As expected, the exclusive we broke Thursday on Dean Foods got a bit of attention, raising questions about where cloning is headed.
Tom Philpot over at Grist opined that Dean's decision showed the power of consumer choice: "If Dean holds to its promise, the whole cloned-cow thing could die an ignominious death, rejected by increasingly aware consumers. Similar consumer outrage is also convincing big dairy users to stop buying milk from cows treated with Monsanto's odious bovine growth hormones."
Karen Robinson-Jacobs, giving Chews Wise credit for breaking the story at The Dallas Morning News, also raised the question of what this means for cloning. She called it "a decision from the nation's largest dairy producer that could put a damper on the commercial viability of such products in the United States."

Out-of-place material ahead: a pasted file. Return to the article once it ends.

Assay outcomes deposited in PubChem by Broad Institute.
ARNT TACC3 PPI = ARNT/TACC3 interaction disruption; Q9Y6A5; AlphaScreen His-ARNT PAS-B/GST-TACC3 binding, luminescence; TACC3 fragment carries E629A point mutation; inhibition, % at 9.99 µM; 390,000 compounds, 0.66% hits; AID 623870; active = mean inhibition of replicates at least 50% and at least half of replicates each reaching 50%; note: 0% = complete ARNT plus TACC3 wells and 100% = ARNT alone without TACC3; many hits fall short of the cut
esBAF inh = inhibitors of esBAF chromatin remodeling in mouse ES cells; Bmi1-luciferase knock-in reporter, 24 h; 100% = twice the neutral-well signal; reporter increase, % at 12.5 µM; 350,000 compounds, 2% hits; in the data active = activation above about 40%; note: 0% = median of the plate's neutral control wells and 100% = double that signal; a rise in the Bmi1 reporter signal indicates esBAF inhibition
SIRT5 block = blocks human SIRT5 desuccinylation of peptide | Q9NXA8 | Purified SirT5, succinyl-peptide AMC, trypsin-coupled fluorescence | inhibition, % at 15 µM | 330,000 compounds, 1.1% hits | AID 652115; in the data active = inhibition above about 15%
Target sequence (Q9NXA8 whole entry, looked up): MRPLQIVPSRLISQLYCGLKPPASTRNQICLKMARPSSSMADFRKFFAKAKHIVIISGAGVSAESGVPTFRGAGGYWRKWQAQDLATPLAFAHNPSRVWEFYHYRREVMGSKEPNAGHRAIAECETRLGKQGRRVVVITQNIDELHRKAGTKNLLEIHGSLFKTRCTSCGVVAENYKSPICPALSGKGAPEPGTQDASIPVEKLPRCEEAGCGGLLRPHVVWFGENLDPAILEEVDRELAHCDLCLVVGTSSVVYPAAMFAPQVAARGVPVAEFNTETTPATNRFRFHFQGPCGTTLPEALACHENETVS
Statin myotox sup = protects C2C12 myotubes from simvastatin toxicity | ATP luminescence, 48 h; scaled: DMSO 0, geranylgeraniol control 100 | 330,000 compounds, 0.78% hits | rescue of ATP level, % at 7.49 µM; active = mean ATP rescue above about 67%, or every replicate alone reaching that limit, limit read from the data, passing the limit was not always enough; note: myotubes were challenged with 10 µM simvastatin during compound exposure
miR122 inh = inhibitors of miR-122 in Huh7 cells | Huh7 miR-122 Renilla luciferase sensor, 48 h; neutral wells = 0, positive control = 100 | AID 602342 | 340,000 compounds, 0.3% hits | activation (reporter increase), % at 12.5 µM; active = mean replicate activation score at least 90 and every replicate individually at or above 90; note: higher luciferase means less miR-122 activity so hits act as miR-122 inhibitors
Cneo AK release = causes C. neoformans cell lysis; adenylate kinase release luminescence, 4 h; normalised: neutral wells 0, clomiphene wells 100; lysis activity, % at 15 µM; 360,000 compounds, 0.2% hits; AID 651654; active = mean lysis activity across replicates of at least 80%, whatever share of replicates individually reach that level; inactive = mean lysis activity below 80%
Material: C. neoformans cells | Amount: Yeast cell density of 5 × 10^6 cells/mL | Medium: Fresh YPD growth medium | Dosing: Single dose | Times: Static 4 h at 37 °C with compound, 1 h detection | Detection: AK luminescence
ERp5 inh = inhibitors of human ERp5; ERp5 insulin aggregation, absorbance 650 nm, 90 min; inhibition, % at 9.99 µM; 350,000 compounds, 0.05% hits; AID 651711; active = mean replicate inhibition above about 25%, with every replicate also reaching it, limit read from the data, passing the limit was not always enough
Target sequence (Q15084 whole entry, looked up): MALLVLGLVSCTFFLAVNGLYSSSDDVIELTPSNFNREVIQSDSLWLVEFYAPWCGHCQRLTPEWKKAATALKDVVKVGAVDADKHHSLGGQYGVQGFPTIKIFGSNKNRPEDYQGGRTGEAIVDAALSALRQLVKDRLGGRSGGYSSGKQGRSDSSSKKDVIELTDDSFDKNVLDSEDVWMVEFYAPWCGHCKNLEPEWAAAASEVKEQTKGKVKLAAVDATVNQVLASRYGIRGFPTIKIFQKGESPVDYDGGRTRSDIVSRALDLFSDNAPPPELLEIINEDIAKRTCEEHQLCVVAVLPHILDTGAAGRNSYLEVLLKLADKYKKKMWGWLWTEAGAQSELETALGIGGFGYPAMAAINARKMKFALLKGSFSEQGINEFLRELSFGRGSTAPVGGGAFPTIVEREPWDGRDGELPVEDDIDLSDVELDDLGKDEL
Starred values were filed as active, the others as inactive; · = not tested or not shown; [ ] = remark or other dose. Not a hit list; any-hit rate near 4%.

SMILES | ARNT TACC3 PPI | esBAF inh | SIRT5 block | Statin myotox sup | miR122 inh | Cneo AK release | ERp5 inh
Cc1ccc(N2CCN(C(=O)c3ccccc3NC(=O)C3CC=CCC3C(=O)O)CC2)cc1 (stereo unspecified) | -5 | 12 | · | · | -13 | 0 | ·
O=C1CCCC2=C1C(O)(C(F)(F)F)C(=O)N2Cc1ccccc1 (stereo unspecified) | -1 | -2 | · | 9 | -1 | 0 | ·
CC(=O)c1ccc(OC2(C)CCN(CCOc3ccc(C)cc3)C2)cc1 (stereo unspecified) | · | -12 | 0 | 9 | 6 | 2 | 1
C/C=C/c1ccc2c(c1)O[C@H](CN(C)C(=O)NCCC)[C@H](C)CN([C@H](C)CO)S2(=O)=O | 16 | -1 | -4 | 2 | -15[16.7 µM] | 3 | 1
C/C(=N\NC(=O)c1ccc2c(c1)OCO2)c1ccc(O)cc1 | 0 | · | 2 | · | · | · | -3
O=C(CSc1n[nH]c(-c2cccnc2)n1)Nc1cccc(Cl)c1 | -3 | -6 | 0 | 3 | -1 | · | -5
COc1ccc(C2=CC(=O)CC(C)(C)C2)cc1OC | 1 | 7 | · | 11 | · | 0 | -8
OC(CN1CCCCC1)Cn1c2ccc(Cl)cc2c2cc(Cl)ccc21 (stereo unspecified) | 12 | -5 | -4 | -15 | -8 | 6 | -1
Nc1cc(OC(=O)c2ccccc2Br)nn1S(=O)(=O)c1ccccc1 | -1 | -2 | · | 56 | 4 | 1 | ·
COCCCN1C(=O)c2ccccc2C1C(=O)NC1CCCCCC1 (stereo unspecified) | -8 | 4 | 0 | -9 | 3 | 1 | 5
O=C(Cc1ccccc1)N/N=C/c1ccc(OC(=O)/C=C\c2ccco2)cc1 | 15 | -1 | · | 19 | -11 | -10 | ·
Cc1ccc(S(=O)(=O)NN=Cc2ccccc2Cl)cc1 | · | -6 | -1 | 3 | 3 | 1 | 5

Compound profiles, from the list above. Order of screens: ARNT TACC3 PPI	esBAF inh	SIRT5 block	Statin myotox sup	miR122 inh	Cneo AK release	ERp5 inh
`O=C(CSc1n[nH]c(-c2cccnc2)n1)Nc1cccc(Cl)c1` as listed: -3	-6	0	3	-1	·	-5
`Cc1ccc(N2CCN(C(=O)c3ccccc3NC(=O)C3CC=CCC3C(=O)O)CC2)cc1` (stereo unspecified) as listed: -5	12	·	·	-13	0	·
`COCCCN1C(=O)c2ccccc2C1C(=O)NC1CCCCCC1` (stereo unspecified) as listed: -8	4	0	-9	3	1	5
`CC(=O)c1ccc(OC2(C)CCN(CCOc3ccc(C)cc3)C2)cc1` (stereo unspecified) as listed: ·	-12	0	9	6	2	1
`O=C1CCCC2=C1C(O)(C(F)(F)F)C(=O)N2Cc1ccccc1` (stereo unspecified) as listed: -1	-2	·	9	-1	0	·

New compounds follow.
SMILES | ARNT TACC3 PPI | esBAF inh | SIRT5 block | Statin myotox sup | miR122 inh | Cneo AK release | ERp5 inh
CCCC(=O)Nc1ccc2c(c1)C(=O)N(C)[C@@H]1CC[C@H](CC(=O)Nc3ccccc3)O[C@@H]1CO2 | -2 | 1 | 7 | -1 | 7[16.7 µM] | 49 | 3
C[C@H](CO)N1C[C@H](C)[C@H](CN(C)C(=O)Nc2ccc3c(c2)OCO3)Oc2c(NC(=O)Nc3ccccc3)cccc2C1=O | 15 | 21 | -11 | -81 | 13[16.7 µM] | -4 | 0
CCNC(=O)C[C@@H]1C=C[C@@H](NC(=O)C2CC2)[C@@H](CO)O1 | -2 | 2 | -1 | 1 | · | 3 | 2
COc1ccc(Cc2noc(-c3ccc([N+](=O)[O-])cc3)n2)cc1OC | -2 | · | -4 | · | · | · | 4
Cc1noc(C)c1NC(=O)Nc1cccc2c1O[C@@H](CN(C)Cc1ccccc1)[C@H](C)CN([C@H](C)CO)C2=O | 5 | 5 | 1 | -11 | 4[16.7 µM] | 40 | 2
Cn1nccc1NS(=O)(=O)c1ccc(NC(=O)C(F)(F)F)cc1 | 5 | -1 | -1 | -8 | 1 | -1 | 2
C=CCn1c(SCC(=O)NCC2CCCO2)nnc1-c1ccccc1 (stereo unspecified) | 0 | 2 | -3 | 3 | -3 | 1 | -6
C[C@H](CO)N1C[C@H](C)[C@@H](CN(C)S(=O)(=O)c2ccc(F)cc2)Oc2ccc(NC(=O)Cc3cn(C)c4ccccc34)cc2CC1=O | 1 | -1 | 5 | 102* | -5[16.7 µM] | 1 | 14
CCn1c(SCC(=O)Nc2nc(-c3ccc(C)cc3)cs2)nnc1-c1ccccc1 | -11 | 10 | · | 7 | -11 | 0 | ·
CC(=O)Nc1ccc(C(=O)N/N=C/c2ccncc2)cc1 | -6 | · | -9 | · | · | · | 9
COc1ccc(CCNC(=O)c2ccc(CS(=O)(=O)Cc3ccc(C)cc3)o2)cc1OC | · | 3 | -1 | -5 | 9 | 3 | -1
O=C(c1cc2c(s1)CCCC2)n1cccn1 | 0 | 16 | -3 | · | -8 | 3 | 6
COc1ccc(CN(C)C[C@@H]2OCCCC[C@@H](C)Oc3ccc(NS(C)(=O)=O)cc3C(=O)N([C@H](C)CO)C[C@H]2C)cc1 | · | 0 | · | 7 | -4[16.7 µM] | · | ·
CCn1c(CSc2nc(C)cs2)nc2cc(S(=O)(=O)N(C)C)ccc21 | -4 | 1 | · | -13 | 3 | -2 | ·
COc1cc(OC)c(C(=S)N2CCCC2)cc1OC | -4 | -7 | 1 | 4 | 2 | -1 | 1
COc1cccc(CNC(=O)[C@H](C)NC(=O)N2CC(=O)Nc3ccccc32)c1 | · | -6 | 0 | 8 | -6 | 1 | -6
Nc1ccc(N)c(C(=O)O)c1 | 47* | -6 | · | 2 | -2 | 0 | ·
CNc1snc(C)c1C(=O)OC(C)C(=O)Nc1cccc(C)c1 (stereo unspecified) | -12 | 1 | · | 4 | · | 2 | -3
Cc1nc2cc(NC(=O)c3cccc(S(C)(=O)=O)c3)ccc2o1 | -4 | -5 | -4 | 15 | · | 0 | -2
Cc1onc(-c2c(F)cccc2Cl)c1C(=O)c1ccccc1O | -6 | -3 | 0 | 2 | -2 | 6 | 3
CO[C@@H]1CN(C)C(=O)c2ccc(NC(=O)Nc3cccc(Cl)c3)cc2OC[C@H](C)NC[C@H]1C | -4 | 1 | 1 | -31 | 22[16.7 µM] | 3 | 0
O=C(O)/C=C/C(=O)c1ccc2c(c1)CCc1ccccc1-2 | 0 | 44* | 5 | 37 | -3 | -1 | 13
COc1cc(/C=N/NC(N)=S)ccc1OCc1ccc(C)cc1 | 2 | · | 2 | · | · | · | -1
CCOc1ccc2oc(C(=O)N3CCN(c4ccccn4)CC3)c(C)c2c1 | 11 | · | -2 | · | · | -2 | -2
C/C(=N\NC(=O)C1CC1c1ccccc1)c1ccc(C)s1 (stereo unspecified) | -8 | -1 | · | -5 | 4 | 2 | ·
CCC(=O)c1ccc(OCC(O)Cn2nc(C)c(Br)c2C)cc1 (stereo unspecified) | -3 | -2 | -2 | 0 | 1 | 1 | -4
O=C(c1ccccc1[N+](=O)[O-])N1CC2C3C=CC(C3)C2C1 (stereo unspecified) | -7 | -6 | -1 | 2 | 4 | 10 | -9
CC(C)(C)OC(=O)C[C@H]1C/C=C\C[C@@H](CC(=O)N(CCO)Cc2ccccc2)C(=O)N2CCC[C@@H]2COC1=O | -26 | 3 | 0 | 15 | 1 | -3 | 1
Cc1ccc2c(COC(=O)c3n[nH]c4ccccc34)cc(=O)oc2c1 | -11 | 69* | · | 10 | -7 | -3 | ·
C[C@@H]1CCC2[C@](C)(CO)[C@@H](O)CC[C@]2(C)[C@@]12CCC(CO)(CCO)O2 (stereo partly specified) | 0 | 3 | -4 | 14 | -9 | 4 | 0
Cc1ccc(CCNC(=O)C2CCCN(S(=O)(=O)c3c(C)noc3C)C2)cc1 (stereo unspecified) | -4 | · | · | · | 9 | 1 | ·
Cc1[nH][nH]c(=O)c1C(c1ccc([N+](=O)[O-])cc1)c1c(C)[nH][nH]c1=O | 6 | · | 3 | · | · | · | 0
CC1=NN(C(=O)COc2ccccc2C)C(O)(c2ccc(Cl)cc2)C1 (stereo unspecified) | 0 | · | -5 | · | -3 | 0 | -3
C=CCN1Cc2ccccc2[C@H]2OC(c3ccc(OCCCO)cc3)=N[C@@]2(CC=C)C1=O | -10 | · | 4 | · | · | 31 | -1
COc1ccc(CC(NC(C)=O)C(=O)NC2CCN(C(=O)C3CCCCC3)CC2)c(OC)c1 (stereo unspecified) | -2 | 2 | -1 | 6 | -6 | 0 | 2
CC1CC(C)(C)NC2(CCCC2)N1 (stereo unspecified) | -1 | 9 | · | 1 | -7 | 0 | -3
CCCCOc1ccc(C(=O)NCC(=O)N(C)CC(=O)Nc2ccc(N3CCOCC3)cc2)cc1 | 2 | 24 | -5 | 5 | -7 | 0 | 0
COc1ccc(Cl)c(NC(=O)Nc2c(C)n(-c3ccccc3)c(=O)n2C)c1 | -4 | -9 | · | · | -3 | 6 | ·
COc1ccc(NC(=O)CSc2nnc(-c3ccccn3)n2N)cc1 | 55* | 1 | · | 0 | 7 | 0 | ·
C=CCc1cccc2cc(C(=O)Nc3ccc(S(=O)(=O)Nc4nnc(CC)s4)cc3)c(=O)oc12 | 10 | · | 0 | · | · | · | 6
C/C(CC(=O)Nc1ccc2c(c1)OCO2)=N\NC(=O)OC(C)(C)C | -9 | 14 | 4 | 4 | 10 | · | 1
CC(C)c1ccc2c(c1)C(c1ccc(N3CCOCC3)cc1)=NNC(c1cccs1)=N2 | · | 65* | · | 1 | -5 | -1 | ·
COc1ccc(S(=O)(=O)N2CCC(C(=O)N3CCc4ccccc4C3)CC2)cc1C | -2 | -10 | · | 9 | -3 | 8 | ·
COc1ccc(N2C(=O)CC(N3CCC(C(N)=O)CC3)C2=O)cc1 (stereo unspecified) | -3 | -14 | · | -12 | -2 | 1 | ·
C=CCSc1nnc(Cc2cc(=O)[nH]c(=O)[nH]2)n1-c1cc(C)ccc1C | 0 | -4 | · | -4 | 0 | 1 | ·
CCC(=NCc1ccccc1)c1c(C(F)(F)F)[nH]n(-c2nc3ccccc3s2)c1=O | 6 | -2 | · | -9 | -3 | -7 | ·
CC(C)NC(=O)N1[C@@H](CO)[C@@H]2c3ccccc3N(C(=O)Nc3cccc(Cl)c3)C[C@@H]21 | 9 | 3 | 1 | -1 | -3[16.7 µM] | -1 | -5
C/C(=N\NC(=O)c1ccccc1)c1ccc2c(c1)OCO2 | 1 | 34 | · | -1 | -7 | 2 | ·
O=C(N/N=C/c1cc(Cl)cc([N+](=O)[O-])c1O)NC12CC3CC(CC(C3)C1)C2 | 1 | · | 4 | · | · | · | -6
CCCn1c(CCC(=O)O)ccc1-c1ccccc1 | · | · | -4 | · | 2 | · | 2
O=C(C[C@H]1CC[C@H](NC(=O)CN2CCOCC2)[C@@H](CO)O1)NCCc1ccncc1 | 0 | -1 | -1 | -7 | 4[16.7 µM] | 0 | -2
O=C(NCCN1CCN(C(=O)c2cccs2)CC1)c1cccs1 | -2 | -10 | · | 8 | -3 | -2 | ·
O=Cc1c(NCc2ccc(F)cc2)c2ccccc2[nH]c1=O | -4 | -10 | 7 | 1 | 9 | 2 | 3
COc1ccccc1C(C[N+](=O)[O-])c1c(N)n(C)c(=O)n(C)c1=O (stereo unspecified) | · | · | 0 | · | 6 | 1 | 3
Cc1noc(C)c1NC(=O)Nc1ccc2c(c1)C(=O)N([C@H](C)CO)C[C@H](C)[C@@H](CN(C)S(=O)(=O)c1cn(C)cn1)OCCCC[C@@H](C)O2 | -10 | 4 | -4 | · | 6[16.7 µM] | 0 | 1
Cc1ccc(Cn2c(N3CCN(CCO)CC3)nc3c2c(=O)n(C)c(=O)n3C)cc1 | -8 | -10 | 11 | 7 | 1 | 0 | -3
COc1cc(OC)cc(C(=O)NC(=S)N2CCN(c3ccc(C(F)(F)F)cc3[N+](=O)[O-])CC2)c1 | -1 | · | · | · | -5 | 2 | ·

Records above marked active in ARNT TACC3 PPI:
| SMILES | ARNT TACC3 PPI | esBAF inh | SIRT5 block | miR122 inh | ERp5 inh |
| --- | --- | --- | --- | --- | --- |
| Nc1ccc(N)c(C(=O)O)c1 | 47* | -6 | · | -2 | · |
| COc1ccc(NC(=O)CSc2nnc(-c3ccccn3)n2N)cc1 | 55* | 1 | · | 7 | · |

Meanwhile, The Ethicurean noted that "the parts of Dean Foods’ official statement that Fromartz quotes do not mention whether the company will take a position on dairy products from the progeny of cloned cows." This is a very important point, but also a complicated one that I will take up in a later post. It's especially muddy when it comes to organic milk, because of other loopholes in the regulations regarding the source of organic livestock. But it's complicated so needs a story on its own.
As for the AP, Libby Quaid blasted the news through the nation, but failed to give credit to the news source that broke it (as is customary in the news biz). We wonder if the AP would have done the same had the New York Times, Wall Street Journal or Washington Post broke the story. We broke it. Quaid confirmed it and should have noted where it originated.
Addendum: AP apologies in this email from Quaid
Congrats on your Dean Foods scoop. We've updated the latest version of our Dean Foods story to include that your blog was first to report the company's policy. My apologies ... Was rushed trying to match your story late yesterday.